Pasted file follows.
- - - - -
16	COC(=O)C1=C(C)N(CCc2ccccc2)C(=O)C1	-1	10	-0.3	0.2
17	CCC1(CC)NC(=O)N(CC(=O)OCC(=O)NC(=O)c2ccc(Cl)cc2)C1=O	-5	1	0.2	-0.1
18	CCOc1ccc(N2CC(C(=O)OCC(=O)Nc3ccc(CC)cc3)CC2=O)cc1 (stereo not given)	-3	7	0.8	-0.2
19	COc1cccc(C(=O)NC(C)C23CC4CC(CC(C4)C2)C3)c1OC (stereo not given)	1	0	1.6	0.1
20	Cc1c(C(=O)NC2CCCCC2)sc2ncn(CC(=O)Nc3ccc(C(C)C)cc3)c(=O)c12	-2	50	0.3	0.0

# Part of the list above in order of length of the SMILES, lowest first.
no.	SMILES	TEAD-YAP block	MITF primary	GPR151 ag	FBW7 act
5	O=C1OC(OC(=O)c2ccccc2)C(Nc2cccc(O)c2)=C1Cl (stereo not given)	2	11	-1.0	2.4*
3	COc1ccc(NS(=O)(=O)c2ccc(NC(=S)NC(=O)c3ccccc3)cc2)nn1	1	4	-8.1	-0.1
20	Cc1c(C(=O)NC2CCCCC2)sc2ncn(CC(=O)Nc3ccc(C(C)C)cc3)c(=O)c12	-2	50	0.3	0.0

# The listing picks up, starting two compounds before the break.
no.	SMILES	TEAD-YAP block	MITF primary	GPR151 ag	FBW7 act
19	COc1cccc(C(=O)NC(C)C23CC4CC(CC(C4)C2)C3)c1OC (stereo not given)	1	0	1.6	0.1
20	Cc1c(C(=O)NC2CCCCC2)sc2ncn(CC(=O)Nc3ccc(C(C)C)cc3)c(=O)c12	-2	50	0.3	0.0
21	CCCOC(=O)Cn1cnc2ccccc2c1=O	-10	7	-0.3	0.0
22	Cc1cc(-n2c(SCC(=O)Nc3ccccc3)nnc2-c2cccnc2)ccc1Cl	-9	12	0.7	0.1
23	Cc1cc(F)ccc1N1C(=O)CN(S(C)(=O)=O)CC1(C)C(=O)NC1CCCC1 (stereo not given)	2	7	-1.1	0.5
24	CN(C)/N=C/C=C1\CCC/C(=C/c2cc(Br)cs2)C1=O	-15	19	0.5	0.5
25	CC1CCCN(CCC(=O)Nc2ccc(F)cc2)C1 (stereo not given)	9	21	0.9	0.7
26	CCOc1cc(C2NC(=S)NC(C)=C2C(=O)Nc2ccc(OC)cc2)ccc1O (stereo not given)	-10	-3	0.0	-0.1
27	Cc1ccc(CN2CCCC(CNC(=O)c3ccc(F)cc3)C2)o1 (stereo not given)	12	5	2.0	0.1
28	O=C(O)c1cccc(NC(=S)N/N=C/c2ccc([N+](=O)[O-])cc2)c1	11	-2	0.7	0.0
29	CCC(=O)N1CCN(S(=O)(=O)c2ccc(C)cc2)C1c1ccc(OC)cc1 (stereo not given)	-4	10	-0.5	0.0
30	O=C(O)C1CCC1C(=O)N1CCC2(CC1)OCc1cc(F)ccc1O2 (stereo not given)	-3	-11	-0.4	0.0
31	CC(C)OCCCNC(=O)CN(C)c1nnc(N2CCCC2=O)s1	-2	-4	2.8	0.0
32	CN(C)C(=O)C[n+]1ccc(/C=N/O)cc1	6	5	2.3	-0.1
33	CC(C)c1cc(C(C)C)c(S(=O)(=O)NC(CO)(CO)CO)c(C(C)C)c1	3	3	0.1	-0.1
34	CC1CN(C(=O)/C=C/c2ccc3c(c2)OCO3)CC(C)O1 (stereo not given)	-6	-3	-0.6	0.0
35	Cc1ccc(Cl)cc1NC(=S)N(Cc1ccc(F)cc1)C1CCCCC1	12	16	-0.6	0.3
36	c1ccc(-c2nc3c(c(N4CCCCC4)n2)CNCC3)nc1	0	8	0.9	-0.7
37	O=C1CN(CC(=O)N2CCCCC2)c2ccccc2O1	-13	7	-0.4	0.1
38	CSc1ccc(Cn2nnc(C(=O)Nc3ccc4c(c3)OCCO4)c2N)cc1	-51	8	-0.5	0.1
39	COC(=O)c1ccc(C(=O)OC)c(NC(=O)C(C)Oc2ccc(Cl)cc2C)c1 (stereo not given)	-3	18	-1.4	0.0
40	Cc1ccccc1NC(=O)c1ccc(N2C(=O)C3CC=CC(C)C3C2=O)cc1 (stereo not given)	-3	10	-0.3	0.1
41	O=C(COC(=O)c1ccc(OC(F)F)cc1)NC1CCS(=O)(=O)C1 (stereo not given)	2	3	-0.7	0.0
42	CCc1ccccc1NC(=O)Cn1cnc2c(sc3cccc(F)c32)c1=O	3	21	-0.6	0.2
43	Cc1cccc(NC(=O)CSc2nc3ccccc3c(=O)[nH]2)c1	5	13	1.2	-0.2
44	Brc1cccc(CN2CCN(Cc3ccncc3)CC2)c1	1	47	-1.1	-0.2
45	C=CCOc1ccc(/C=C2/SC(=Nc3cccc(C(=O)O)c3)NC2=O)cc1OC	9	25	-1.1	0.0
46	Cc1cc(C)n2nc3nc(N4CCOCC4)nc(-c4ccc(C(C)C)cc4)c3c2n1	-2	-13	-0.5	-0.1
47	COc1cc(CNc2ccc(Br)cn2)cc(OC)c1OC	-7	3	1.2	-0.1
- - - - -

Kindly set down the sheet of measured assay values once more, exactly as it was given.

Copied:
16	COC(=O)C1=C(C)N(CCc2ccccc2)C(=O)C1	-1	10	-0.3	0.2
17	CCC1(CC)NC(=O)N(CC(=O)OCC(=O)NC(=O)c2ccc(Cl)cc2)C1=O	-5	1	0.2	-0.1
18	CCOc1ccc(N2CC(C(=O)OCC(=O)Nc3ccc(CC)cc3)CC2=O)cc1 (stereo not given)	-3	7	0.8	-0.2
19	COc1cccc(C(=O)NC(C)C23CC4CC(CC(C4)C2)C3)c1OC (stereo not given)	1	0	1.6	0.1
20	Cc1c(C(=O)NC2CCCCC2)sc2ncn(CC(=O)Nc3ccc(C(C)C)cc3)c(=O)c12	-2	50	0.3	0.0

# Part of the list above in order of length of the SMILES, lowest first.
no.	SMILES	TEAD-YAP block	MITF primary	GPR151 ag	FBW7 act
5	O=C1OC(OC(=O)c2ccccc2)C(Nc2cccc(O)c2)=C1Cl (stereo not given)	2	11	-1.0	2.4*
3	COc1ccc(NS(=O)(=O)c2ccc(NC(=S)NC(=O)c3ccccc3)cc2)nn1	1	4	-8.1	-0.1
20	Cc1c(C(=O)NC2CCCCC2)sc2ncn(CC(=O)Nc3ccc(C(C)C)cc3)c(=O)c12	-2	50	0.3	0.0

# The listing picks up, starting two compounds before the break.
no.	SMILES	TEAD-YAP block	MITF primary	GPR151 ag	FBW7 act
19	COc1cccc(C(=O)NC(C)C23CC4CC(CC(C4)C2)C3)c1OC (stereo not given)	1	0	1.6	0.1
20	Cc1c(C(=O)NC2CCCCC2)sc2ncn(CC(=O)Nc3ccc(C(C)C)cc3)c(=O)c12	-2	50	0.3	0.0
21	CCCOC(=O)Cn1cnc2ccccc2c1=O	-10	7	-0.3	0.0
22	Cc1cc(-n2c(SCC(=O)Nc3ccccc3)nnc2-c2cccnc2)ccc1Cl	-9	12	0.7	0.1
23	Cc1cc(F)ccc1N1C(=O)CN(S(C)(=O)=O)CC1(C)C(=O)NC1CCCC1 (stereo not given)	2	7	-1.1	0.5
24	CN(C)/N=C/C=C1\CCC/C(=C/c2cc(Br)cs2)C1=O	-15	19	0.5	0.5
25	CC1CCCN(CCC(=O)Nc2ccc(F)cc2)C1 (stereo not given)	9	21	0.9	0.7
26	CCOc1cc(C2NC(=S)NC(C)=C2C(=O)Nc2ccc(OC)cc2)ccc1O (stereo not given)	-10	-3	0.0	-0.1
27	Cc1ccc(CN2CCCC(CNC(=O)c3ccc(F)cc3)C2)o1 (stereo not given)	12	5	2.0	0.1
28	O=C(O)c1cccc(NC(=S)N/N=C/c2ccc([N+](=O)[O-])cc2)c1	11	-2	0.7	0.0
29	CCC(=O)N1CCN(S(=O)(=O)c2ccc(C)cc2)C1c1ccc(OC)cc1 (stereo not given)	-4	10	-0.5	0.0
30	O=C(O)C1CCC1C(=O)N1CCC2(CC1)OCc1cc(F)ccc1O2 (stereo not given)	-3	-11	-0.4	0.0
31	CC(C)OCCCNC(=O)CN(C)c1nnc(N2CCCC2=O)s1	-2	-4	2.8	0.0
32	CN(C)C(=O)C[n+]1ccc(/C=N/O)cc1	6	5	2.3	-0.1
33	CC(C)c1cc(C(C)C)c(S(=O)(=O)NC(CO)(CO)CO)c(C(C)C)c1	3	3	0.1	-0.1
34	CC1CN(C(=O)/C=C/c2ccc3c(c2)OCO3)CC(C)O1 (stereo not given)	-6	-3	-0.6	0.0
35	Cc1ccc(Cl)cc1NC(=S)N(Cc1ccc(F)cc1)C1CCCCC1	12	16	-0.6	0.3
36	c1ccc(-c2nc3c(c(N4CCCCC4)n2)CNCC3)nc1	0	8	0.9	-0.7
37	O=C1CN(CC(=O)N2CCCCC2)c2ccccc2O1	-13	7	-0.4	0.1
38	CSc1ccc(Cn2nnc(C(=O)Nc3ccc4c(c3)OCCO4)c2N)cc1	-51	8	-0.5	0.1
39	COC(=O)c1ccc(C(=O)OC)c(NC(=O)C(C)Oc2ccc(Cl)cc2C)c1 (stereo not given)	-3	18	-1.4	0.0
40	Cc1ccccc1NC(=O)c1ccc(N2C(=O)C3CC=CC(C)C3C2=O)cc1 (stereo not given)	-3	10	-0.3	0.1
41	O=C(COC(=O)c1ccc(OC(F)F)cc1)NC1CCS(=O)(=O)C1 (stereo not given)	2	3	-0.7	0.0
42	CCc1ccccc1NC(=O)Cn1cnc2c(sc3cccc(F)c32)c1=O	3	21	-0.6	0.2
43	Cc1cccc(NC(=O)CSc2nc3ccccc3c(=O)[nH]2)c1	5	13	1.2	-0.2
44	Brc1cccc(CN2CCN(Cc3ccncc3)CC2)c1	1	47	-1.1	-0.2
45	C=CCOc1ccc(/C=C2/SC(=Nc3cccc(C(=O)O)c3)NC2=O)cc1OC	9	25	-1.1	0.0
46	Cc1cc(C)n2nc3nc(N4CCOCC4)nc(-c4ccc(C(C)C)cc4)c3c2n1	-2	-13	-0.5	-0.1
47	COc1cc(CNc2ccc(Br)cn2)cc(OC)c1OC	-7	3	1.2	-0.1